UNCG Campus Weekly

Campus Weekly is published each Wednesday when classes are in session. In the summer, it is published biweekly.

Woody, Truly a Work of Art?

011211Feature_PixarShe didn’t rub shoulders with Woody and Buzz Lightyear, the Incredibles or Wall-E.

But she did one better: she led a discussion with some of our favorite animated figures’ creators and artists.

Dr. Heather Holian (Art), helped the Oakland Museum of California mark the close of their art exhition “PIXAR: 25 Years of Animation” last weekend. PIXAR has made some of the most popular and admired animated films of the last decades and is located a few miles from that museum.

Holian’s talk, “To Infinity and Beyond: Placing PIXAR within the History of Art, Present and Future,” was centered around the questions “Does animation deserve a place within the history of fine art? Does PIXAR?”

“En route to an answer, I’ll discuss the cultural and institutional prejudices and biases that make a resounding affirmative response, regarding either PIXAR’s films or the pre-production or production art created to make these films, challenging at present,” she explained before traveling last week.

In addition to the public lecture, she moderated a panel discussion with highly regarded artists from PIXAR including Bill Cone, Ricky Nierva, Tia Kratter and Kevin O’Brien.

Does Holian have a favorite character? “Choosing a favorite PIXAR character is like choosing my favorite chocolate dessert – they’re all good!”

But what if she had to choose one? “Right now I would say Edna Mode – or E, as she is also known – is my current favorite. Edna appears in ‘The Incredibles’ as the temperamental, no nonsense fashion designer who has no patience for idle chatter, weakness or bad fashion. She is voiced by director Brad Bird and in part it’s his inflection and voice acting that make this character so hilarious … [she] steals every single scene she’s in.”

After returning this week, she described walking through the art exhibition Friday night. “I heard several people say that they had no idea so much art was created for each film. The energy was incredible.”

But for her, the highlight of her weekend was the forum, where she discussed the topic of fine art and PIXAR with some of the artists who’d created these films. She’d interviewed each of them before.

Actually, she’d arrived in California a few days early, so she could spend some time at the Pixar Studio doing research and interviewing artists. It was her fourth research trip to the studio.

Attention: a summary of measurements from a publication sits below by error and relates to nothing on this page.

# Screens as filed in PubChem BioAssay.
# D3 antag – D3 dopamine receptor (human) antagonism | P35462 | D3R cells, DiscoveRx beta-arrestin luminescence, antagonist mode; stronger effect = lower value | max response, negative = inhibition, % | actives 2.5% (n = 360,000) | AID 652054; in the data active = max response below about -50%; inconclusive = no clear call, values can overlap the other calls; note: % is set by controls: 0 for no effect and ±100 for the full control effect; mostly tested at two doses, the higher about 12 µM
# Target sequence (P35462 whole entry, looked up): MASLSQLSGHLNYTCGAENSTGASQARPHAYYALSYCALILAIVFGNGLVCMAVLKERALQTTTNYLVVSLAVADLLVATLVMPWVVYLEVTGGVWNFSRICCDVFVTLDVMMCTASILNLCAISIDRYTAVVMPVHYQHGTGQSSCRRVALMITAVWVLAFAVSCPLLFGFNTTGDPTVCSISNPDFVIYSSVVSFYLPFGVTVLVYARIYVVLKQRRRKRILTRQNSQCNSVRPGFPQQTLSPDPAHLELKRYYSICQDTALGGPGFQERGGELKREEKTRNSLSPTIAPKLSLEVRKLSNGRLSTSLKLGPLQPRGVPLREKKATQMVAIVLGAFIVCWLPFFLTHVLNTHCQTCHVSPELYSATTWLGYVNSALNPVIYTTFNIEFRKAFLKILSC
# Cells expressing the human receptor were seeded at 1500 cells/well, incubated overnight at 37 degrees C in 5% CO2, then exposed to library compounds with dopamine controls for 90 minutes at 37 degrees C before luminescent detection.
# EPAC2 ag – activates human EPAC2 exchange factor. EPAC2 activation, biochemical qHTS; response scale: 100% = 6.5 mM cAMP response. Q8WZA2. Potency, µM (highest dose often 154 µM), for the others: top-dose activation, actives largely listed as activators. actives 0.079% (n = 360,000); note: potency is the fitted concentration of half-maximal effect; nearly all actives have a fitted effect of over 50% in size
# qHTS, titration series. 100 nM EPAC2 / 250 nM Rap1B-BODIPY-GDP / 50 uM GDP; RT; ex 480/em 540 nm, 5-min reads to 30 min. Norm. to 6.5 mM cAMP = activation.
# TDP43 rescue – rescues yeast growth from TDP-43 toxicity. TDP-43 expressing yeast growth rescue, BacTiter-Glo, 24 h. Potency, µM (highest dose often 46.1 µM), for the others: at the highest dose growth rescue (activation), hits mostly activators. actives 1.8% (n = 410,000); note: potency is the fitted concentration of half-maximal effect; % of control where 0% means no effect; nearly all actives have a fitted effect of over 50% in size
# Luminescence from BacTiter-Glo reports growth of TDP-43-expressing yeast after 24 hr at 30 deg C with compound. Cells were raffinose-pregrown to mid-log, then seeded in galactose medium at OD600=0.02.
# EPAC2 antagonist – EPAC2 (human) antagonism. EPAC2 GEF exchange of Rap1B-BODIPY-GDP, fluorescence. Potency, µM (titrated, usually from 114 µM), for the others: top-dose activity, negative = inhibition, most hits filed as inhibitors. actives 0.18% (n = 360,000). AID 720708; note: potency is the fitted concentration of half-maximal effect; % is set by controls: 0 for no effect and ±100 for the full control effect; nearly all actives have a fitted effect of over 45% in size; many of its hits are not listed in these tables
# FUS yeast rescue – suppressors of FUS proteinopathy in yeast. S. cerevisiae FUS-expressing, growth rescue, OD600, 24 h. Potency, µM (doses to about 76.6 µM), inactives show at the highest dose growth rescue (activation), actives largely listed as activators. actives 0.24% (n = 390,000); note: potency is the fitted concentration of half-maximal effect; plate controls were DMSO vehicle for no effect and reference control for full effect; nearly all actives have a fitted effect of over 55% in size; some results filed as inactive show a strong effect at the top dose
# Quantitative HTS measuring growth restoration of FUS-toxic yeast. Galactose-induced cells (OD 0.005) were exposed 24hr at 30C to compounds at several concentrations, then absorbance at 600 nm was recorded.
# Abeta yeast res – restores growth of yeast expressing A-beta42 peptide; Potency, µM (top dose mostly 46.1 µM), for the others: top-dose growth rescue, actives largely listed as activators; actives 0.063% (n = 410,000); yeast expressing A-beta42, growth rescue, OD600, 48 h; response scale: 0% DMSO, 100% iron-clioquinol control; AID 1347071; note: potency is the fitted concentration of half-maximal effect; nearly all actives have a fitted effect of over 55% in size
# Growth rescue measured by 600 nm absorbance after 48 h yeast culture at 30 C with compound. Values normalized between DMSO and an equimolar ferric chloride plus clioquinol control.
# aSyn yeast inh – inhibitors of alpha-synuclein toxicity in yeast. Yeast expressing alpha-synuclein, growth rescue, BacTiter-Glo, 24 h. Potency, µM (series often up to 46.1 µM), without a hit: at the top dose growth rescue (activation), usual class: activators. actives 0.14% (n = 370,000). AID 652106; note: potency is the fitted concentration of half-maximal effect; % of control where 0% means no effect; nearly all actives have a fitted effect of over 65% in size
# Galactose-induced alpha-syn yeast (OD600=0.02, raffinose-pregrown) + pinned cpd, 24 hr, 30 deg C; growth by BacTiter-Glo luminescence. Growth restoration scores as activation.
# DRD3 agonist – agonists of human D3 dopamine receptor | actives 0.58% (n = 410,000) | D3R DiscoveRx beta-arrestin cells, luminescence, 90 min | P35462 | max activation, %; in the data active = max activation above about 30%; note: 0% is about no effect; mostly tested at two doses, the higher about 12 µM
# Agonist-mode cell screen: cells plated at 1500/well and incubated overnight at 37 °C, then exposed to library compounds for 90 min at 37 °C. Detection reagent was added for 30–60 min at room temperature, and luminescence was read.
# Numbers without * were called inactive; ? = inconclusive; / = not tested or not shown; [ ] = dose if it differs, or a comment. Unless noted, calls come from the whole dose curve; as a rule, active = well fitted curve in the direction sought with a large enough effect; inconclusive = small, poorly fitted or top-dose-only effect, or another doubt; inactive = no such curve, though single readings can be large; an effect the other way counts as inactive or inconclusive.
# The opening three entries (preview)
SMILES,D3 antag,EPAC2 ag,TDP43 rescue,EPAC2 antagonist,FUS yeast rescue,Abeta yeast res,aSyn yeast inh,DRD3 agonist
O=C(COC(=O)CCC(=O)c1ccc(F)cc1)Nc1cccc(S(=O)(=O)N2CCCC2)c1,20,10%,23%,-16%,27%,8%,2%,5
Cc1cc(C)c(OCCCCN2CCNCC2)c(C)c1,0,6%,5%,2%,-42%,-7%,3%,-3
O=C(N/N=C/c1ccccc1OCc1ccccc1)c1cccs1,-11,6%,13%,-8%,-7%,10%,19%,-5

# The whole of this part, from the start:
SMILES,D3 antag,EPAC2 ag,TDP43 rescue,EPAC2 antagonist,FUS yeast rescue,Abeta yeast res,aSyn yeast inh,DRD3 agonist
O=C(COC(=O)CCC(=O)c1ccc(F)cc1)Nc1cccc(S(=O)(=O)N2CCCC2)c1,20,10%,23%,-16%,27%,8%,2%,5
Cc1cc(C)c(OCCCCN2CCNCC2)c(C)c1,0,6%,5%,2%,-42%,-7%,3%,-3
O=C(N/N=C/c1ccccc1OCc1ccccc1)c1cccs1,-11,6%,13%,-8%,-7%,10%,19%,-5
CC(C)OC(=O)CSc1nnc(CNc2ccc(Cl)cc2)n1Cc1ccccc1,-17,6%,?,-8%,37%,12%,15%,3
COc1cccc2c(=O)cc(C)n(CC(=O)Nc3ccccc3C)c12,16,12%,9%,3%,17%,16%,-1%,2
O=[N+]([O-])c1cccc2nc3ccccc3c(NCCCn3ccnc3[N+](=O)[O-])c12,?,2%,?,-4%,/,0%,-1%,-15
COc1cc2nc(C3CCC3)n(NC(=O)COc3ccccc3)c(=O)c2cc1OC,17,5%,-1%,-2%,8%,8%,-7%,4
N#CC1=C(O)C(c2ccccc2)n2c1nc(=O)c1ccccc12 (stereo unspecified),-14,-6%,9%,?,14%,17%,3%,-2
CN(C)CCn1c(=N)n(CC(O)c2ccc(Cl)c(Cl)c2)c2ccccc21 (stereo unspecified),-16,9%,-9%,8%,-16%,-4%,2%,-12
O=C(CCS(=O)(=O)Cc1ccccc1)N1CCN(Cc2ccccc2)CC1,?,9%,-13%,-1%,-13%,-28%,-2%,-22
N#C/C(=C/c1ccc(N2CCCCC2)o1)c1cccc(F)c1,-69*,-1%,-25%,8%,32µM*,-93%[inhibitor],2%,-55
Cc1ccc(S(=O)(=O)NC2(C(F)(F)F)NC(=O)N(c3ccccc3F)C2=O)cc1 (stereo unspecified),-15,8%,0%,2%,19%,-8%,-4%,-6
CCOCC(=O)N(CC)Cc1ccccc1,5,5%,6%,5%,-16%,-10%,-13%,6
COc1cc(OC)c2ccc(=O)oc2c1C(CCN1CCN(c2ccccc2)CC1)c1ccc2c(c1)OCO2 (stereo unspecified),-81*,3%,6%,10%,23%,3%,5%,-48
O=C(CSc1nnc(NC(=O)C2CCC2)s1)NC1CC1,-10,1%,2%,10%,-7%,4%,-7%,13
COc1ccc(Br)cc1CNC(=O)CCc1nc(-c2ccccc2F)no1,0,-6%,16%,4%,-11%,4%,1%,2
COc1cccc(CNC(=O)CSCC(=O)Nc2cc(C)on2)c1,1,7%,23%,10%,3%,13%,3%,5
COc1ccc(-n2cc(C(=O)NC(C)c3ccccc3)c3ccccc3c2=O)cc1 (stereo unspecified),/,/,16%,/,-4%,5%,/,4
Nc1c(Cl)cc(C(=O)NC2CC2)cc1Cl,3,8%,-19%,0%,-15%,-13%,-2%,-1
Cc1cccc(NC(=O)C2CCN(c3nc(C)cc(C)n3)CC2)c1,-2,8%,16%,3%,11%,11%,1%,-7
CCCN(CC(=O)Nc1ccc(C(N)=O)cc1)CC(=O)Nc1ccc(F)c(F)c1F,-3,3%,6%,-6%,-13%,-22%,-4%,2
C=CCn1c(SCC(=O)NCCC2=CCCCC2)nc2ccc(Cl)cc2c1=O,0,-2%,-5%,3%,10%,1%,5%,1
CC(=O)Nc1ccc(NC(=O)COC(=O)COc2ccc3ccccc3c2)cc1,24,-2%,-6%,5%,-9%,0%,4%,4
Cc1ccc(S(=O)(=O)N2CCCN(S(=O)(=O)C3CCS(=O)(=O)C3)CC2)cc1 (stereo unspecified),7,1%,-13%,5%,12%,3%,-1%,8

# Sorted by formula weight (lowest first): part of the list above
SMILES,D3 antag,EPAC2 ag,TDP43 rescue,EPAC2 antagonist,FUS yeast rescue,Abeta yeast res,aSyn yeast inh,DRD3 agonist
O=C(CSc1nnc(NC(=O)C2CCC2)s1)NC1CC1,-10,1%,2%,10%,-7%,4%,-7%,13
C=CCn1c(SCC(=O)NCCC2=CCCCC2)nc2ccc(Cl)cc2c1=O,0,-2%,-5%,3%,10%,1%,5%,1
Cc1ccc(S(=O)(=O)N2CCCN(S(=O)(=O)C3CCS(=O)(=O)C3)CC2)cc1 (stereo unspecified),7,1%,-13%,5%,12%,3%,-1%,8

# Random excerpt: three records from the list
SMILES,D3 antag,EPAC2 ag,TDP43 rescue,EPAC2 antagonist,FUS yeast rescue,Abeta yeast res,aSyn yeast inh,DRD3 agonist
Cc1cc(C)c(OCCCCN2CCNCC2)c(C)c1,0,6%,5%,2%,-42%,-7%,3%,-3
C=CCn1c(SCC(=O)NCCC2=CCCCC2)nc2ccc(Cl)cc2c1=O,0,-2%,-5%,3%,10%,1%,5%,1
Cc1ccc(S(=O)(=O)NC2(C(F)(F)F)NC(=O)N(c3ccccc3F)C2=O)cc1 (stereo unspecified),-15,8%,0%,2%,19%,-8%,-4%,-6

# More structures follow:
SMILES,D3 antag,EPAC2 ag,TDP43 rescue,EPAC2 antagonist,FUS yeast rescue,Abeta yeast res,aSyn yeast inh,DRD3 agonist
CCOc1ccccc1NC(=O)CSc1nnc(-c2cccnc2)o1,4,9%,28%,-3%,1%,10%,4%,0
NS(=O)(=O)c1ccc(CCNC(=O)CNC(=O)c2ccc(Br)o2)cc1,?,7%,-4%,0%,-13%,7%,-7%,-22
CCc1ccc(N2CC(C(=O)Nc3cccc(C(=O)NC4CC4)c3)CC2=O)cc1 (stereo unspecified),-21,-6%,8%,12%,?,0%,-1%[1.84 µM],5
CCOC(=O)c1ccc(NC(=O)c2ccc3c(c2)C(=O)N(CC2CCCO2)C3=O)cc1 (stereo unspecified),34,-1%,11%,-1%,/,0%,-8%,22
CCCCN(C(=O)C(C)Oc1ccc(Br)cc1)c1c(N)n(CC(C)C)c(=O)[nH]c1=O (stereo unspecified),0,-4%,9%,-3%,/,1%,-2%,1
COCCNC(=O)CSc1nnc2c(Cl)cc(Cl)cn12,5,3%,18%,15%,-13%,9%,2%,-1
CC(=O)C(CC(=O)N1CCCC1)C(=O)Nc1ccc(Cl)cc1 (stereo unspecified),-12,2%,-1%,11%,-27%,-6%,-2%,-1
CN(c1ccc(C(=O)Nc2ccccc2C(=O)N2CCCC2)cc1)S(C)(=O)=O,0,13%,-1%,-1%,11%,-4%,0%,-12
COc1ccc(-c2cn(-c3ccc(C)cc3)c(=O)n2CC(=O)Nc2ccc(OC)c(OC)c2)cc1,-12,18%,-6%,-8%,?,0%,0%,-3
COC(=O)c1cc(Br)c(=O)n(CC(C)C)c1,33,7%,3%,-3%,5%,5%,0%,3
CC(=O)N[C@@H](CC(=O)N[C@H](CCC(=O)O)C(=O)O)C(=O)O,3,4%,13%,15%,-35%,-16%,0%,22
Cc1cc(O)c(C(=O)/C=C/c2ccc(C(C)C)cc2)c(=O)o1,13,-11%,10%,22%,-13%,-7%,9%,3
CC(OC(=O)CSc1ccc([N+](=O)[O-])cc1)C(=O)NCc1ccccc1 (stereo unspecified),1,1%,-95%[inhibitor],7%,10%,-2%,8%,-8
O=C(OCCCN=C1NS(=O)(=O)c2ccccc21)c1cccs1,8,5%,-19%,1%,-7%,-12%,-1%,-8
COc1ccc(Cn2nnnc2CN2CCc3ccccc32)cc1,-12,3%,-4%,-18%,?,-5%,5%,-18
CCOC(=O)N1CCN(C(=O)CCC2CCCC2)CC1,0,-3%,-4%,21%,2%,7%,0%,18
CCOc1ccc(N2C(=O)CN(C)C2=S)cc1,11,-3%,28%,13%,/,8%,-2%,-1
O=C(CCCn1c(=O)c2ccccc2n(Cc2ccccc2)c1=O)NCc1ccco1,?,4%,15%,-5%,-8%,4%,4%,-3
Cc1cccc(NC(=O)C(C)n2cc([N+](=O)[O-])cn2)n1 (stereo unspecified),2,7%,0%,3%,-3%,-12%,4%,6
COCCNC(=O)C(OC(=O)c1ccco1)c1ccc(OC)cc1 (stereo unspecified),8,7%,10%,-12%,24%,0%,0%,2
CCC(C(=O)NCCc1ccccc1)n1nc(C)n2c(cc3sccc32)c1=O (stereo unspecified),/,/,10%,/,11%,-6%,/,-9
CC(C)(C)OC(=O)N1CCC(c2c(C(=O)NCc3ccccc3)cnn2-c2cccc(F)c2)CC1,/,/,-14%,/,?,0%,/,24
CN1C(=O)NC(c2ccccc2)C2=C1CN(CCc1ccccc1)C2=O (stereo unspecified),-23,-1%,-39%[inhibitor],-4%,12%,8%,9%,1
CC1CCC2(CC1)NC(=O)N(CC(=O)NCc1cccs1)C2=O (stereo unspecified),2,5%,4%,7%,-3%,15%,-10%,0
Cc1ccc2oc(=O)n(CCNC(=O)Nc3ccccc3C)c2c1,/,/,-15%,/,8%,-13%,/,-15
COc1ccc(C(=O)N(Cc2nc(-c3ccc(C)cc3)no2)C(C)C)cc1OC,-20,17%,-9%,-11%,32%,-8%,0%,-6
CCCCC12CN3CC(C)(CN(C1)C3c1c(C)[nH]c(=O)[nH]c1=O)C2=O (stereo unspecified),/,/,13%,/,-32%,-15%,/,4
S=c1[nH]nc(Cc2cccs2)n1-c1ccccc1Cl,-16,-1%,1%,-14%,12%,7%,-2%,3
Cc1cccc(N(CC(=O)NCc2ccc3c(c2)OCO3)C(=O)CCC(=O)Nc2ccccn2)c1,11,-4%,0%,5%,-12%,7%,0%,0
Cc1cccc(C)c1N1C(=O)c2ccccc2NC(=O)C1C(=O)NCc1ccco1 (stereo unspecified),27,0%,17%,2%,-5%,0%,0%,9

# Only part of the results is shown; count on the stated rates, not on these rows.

Holian’s essay “An Animated Debate: Studio Animation as Fine Art?” will be in the forthcoming Blackwell Anthology of Animation. Another essay on art and animation has been completed. She is currently gathering research for what she hopes will be a book length publication on PIXAR.

Her training is in the Renaissance. In addition to teaching ancient and medieval art courses, she routinely teaches the Art of Disney and PIXAR (Art 210). In coordination with that popular course, PIXAR animator Adam Burke has visited our campus twice. The Art Department will bring PIXAR artist and director Teddy Newton to campus sometime this spring, she says.

Holian’s very favorite film? “My three favorite PIXAR films are ‘Wall-E,’ ‘The Incredibles’ and ‘Toy Story 3.’ If I was pushed to choose one, I would say ‘Wall-E.'”

Why that one? “First, I think the first part of the film – Act 1- is visually stunning, particularly on a big screen. I also think it was incredibly brave for PIXAR, under Andrew Stanton’s direction, to make a contemporary animated film that is silent through its first act except for ambient noise and Wall-E’s beloved “Hello Dolly” tape. The word that always comes to my mind when I watch that part of Wall-E is ‘sublime.’ It succeeds on every level.

“I also enjoy the new short ‘Day and Night’ for the same reason – it was a brave and innovative film to make. And, it also directly reflects the artistic style of Teddy Newton, who is one of my favorite PIXAR artists, and who directed this short, which appeared before ‘Toy Story 3.'”

By Mike Harris with additional reporting by Dan Nonte
Visual: Bud Luckey, “Woody, Toy Story,” 1995. Mixed Media. ©Disney/Pixar